We use 50 Ohm Cables in Cellular and WiFi Applications. That should agree with the impedance of the connections on the related gear. The following comes from L-Com … Not that I couldn’t have written it myself, but they did a good job and it came in one of their email bulletins today. Just as important as impedance 75 Ohm or 50 Ohm in coaxial cables is that same impedance matching to Antennas and Transceivers and any coupling or splitting devices. Also in order to have, for example, 50 Ohms, matching between an antenna and the feed line (50 ohm coaxial cable) the antenna needs to be resonant at the operating frequencies. That means it is as close as possible to being cut the right length for the frequencies to be used. That way the maximum possible signal is transmitted and received without unnecessary loss. This is also why it is important lately, with 4G LTE, because older antennas don’t have the new frequency bands in use. It is also important to pay attention to coax cable loss per foot at the intended frequencies. Too small of a diameter or cable and cable type being wrong can ruin your day and your week and your month … for cellular and WiFi systems. (Now comes the L-Com quoted part.)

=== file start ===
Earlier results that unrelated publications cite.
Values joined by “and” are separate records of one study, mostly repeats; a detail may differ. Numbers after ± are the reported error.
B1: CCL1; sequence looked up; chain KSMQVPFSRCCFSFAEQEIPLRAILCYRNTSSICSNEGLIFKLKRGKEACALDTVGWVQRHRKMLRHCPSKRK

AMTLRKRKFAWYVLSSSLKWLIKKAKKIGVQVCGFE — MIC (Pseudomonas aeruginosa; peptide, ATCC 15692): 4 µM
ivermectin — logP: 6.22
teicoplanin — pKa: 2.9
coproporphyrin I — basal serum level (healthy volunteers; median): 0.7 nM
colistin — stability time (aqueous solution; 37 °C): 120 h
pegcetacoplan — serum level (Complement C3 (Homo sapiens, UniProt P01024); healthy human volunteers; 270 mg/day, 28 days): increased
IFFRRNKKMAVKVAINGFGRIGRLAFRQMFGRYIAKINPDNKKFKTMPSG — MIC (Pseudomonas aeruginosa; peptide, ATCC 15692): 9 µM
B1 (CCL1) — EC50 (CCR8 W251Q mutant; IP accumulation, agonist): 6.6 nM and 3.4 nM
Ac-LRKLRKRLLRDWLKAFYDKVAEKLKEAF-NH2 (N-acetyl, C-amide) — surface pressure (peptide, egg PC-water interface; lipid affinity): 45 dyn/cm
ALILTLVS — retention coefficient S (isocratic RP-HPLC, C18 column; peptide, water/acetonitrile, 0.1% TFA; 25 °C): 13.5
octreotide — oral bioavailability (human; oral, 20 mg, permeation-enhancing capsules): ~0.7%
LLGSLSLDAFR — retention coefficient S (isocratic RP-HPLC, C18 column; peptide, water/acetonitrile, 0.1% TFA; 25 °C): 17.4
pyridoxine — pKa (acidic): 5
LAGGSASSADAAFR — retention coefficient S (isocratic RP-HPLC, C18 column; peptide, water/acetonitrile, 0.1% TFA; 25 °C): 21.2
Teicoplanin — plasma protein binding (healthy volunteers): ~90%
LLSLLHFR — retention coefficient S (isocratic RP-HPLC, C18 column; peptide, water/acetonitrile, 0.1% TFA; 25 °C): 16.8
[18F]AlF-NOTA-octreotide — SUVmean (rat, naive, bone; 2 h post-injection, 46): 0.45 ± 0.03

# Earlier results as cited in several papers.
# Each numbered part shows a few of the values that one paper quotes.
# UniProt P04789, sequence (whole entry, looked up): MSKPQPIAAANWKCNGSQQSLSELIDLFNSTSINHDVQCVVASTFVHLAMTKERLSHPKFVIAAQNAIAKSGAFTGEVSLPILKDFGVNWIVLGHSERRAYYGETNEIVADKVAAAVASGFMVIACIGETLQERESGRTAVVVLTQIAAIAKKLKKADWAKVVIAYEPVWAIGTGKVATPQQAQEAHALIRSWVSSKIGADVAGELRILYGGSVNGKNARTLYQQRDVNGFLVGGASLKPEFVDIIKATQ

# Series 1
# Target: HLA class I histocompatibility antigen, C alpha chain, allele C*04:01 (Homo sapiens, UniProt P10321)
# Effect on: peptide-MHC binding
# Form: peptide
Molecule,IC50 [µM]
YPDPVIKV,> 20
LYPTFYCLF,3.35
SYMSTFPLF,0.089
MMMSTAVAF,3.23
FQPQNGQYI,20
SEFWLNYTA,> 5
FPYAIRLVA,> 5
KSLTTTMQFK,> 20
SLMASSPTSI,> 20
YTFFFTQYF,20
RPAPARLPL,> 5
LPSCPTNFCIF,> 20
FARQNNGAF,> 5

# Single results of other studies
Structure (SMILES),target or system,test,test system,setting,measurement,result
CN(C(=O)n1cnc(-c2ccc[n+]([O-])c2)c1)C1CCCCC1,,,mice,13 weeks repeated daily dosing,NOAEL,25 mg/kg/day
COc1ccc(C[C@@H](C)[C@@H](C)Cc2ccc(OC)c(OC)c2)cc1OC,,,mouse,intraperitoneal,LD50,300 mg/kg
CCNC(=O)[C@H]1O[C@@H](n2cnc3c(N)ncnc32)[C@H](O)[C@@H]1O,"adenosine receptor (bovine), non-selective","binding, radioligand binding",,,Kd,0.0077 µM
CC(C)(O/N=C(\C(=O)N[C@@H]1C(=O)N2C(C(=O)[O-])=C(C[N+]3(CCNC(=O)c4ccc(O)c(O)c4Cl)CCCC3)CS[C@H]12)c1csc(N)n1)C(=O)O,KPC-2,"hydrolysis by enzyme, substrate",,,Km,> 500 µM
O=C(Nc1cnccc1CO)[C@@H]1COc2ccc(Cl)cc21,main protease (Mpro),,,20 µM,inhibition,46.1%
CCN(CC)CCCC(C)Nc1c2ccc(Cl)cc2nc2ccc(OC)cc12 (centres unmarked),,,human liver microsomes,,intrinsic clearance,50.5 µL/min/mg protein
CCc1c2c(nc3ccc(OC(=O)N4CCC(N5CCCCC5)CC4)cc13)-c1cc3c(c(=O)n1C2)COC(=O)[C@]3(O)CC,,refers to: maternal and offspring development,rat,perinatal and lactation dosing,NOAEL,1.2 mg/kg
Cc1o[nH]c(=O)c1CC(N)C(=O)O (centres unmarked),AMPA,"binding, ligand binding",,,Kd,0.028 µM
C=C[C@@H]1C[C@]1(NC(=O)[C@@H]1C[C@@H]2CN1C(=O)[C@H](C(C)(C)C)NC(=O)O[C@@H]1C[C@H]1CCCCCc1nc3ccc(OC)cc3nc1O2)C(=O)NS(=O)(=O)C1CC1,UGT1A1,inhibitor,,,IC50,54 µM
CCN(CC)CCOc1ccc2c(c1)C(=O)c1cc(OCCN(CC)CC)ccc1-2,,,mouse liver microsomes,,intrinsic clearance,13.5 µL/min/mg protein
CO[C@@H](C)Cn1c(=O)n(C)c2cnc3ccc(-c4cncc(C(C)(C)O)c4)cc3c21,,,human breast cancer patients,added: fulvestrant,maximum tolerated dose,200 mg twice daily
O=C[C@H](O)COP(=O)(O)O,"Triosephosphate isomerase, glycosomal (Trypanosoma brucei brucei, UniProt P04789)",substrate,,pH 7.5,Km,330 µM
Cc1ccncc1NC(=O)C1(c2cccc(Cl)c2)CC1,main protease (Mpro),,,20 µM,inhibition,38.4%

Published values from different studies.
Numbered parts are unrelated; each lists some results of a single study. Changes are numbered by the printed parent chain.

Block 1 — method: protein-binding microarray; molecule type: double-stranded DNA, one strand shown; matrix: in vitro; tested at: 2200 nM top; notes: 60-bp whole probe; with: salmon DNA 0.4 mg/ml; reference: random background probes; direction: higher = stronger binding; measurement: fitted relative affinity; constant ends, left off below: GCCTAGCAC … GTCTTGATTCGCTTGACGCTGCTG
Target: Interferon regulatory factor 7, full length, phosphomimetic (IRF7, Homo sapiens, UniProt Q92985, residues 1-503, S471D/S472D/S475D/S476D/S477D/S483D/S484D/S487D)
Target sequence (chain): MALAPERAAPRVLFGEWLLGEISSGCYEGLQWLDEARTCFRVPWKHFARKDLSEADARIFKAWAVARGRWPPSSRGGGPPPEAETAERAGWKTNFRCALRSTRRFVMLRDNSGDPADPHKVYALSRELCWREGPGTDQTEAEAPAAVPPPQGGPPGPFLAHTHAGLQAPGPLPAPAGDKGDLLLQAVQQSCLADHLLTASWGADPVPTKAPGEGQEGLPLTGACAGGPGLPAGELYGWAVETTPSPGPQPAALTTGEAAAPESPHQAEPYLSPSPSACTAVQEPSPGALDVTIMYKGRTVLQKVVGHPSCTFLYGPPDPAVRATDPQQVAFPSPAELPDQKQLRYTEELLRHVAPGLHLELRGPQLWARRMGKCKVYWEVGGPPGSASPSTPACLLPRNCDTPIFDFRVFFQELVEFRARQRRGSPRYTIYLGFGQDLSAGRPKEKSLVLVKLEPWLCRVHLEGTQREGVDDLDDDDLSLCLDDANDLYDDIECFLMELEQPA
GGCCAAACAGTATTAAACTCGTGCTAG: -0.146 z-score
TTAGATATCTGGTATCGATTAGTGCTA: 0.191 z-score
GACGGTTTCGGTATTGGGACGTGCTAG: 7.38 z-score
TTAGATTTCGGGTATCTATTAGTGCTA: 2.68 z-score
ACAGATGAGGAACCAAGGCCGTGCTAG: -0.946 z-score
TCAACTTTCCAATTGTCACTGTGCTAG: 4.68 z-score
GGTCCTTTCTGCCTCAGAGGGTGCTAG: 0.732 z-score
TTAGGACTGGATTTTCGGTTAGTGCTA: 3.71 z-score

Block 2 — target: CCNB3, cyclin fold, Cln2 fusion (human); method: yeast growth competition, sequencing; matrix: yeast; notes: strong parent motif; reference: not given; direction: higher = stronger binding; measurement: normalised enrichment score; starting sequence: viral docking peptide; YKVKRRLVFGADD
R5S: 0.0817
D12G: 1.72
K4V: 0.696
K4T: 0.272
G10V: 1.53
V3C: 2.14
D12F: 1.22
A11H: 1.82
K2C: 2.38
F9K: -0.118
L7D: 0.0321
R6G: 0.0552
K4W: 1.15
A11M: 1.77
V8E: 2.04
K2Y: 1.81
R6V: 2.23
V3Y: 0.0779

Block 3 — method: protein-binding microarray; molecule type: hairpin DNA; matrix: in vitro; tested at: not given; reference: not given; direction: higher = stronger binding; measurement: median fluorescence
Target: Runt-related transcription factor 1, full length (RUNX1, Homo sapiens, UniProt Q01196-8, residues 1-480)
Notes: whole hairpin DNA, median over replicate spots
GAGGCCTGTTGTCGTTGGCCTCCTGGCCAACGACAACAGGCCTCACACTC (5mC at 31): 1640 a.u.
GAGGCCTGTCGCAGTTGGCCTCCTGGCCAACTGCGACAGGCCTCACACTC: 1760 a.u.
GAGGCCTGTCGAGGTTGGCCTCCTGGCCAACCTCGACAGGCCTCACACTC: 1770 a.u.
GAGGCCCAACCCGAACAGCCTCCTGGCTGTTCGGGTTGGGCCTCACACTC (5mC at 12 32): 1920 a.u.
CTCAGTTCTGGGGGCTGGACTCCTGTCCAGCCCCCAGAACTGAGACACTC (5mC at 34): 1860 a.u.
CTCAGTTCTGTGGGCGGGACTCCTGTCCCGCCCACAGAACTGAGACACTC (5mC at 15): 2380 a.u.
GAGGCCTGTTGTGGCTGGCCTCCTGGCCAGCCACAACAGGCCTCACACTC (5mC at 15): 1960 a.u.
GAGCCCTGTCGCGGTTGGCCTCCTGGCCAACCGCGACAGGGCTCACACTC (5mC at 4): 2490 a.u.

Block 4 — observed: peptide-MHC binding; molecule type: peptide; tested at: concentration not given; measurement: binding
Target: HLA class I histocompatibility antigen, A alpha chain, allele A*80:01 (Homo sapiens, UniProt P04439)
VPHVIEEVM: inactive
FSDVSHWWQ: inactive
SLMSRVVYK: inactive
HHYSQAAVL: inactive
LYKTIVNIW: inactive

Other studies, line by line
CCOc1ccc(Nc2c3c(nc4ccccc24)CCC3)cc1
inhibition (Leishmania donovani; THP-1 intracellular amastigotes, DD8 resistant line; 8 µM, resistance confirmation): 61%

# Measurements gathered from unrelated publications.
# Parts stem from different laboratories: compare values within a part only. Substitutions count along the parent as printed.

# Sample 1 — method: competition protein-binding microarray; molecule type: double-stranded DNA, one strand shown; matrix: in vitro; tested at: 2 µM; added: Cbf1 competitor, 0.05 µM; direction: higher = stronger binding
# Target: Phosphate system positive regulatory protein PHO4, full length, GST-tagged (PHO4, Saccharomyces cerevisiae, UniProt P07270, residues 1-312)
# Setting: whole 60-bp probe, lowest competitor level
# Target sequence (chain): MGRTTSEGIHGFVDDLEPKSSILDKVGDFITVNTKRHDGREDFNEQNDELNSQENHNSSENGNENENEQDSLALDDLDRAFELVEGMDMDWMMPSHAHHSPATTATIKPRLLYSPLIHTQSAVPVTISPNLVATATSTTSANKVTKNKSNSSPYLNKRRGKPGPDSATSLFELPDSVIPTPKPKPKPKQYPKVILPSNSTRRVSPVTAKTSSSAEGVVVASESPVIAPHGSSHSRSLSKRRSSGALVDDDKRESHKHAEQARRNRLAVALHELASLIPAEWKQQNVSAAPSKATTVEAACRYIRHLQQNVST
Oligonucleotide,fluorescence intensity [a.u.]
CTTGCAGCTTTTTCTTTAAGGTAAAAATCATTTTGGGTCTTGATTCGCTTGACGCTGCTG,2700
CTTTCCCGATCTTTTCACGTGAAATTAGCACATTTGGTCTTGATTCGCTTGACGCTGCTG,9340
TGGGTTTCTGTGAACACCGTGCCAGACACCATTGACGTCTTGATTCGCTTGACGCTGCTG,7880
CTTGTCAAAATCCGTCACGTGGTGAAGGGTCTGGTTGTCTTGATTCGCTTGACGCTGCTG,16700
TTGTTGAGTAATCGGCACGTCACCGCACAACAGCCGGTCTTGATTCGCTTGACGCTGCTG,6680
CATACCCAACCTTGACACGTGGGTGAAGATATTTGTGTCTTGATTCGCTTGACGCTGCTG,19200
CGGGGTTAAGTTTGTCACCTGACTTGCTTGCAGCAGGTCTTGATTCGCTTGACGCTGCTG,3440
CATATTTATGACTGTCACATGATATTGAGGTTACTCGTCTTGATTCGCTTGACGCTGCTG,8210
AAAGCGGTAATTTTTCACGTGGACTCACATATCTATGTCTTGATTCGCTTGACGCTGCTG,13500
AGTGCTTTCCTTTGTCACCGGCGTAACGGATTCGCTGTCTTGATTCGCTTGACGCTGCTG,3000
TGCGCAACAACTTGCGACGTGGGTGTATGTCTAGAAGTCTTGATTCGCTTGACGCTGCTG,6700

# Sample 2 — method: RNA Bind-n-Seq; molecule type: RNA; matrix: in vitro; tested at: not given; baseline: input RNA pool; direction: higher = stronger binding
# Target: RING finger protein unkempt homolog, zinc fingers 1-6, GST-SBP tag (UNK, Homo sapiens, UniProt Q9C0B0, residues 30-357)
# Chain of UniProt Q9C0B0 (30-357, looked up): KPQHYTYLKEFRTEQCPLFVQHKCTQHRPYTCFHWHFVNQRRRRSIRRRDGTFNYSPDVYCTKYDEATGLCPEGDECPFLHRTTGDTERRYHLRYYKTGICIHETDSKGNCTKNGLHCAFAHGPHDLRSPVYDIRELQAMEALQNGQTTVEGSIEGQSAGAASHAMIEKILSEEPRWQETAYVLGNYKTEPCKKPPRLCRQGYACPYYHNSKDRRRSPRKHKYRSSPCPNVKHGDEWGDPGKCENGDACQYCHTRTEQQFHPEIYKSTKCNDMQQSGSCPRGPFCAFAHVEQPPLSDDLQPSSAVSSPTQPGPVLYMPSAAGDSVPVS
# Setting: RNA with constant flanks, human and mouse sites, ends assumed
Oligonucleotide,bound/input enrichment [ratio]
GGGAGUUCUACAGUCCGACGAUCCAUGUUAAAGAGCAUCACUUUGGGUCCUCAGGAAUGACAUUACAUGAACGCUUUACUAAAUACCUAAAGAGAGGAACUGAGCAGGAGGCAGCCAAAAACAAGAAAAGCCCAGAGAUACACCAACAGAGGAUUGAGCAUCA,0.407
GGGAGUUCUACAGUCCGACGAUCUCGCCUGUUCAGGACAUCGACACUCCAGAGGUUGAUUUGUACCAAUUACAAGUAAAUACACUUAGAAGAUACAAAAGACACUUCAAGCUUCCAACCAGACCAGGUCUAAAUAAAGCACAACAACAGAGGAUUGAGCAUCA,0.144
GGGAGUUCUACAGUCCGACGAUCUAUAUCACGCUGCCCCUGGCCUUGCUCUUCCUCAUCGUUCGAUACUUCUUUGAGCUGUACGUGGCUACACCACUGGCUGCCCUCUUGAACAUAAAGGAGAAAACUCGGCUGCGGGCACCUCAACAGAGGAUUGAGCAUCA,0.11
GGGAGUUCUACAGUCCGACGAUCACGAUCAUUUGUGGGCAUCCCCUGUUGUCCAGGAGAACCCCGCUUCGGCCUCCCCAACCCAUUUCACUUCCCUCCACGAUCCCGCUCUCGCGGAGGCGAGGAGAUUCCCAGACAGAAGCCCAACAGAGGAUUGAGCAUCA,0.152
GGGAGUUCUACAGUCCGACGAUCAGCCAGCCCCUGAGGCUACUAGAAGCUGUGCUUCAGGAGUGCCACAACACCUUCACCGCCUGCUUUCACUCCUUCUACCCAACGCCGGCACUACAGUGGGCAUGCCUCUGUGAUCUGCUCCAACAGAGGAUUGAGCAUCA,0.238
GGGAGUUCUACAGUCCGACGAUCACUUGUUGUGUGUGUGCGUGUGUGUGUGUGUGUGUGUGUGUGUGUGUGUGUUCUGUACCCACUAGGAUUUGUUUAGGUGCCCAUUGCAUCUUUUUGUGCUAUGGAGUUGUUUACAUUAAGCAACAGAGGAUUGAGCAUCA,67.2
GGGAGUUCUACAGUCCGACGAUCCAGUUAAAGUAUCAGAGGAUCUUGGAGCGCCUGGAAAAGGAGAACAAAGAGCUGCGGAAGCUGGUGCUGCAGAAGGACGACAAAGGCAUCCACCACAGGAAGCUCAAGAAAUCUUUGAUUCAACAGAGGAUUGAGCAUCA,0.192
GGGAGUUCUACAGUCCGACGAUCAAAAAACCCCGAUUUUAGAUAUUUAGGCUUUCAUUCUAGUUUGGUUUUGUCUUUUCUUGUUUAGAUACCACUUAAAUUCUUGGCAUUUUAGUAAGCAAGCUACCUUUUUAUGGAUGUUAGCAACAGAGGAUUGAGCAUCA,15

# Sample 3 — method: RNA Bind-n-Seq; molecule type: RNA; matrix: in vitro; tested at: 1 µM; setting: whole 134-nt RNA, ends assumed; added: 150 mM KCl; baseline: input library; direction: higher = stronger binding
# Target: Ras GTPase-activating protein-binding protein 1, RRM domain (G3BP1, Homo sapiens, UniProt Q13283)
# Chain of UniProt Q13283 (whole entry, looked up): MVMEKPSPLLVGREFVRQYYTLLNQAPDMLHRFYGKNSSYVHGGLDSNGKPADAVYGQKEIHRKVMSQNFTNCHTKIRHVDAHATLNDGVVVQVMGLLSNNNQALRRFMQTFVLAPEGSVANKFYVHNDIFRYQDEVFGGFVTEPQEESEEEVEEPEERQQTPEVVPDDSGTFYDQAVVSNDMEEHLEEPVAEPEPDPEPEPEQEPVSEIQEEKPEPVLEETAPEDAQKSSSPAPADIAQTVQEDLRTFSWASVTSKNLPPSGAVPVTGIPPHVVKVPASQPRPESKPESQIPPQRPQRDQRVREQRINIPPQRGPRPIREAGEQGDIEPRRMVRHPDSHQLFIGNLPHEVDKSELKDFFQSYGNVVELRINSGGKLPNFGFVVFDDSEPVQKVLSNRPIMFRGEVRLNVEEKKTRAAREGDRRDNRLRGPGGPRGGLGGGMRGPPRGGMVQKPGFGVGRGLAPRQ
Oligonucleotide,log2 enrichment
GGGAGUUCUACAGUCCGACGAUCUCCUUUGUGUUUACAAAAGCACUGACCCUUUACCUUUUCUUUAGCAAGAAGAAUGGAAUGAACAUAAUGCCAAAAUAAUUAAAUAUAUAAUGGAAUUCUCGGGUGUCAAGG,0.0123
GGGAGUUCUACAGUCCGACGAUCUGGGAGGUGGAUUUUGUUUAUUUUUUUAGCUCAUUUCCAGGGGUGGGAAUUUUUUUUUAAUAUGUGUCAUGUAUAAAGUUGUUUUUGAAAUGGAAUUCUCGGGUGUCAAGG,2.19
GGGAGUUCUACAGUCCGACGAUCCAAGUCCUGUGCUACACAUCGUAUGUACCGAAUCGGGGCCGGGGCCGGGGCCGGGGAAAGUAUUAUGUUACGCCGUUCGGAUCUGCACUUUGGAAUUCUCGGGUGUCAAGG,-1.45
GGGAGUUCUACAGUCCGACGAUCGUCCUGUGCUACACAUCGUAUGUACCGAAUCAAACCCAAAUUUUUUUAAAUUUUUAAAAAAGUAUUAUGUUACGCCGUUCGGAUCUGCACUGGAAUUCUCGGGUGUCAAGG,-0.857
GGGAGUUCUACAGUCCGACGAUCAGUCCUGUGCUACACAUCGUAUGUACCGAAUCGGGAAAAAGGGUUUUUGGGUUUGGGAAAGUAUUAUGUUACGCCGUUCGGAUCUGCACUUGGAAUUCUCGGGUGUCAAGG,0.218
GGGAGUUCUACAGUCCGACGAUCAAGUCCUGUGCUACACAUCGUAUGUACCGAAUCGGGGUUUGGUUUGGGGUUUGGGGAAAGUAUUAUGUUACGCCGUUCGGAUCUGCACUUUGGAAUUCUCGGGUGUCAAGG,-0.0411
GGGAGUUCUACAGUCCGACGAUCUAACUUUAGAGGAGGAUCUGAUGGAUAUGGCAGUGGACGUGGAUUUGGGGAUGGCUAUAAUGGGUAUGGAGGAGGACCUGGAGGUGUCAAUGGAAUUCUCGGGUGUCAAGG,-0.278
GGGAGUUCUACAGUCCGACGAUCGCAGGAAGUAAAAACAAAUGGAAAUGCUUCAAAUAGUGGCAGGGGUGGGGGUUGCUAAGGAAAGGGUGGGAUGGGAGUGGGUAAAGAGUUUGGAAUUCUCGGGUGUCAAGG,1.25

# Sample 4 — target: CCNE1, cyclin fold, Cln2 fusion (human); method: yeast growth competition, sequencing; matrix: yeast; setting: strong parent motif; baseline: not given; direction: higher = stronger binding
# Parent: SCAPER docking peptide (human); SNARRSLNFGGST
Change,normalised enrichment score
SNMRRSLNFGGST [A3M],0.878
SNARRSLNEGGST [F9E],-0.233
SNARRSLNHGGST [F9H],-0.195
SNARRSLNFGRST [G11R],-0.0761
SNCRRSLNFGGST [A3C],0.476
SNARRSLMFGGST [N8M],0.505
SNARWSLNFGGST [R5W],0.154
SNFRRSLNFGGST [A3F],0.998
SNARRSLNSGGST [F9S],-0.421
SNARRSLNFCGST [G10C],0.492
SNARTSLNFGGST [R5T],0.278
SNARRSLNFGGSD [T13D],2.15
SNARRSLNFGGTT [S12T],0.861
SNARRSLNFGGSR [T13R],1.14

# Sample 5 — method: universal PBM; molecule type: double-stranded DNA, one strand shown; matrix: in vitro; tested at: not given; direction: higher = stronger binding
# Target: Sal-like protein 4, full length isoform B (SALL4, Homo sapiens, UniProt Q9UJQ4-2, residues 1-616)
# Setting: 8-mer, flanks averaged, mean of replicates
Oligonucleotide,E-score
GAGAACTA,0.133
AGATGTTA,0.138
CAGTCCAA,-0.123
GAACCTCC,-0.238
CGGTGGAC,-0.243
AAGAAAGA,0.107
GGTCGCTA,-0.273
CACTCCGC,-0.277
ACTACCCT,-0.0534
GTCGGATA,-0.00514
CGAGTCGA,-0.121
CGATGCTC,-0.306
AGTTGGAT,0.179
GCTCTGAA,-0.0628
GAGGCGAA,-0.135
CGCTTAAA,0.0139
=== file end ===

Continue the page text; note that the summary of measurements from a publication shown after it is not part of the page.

50 Ohm and 75 Ohm values refer to the impedance of the coaxial cable. Impedance is a measure of resistance, in the cable, to the flow of electrical energy. There really is no “good” or “bad” impedance, just the right impedance for your application.
For 75 Ohm cable, the primary application is the transmission of a video signal. In the case of 50 Ohm cable, the two primary uses are for transferring data signals and, in the case of low-loss 50 Ohm cable, the transfer of RF signals in wireless networks.
Simply put, 75 Ohm is mainly used for images/video and 50 Ohm is used for wired and wireless network data signal transfer.
Alan Spicer Marine Telecom
+1 954 683 3426
communications @ marinetelecom.net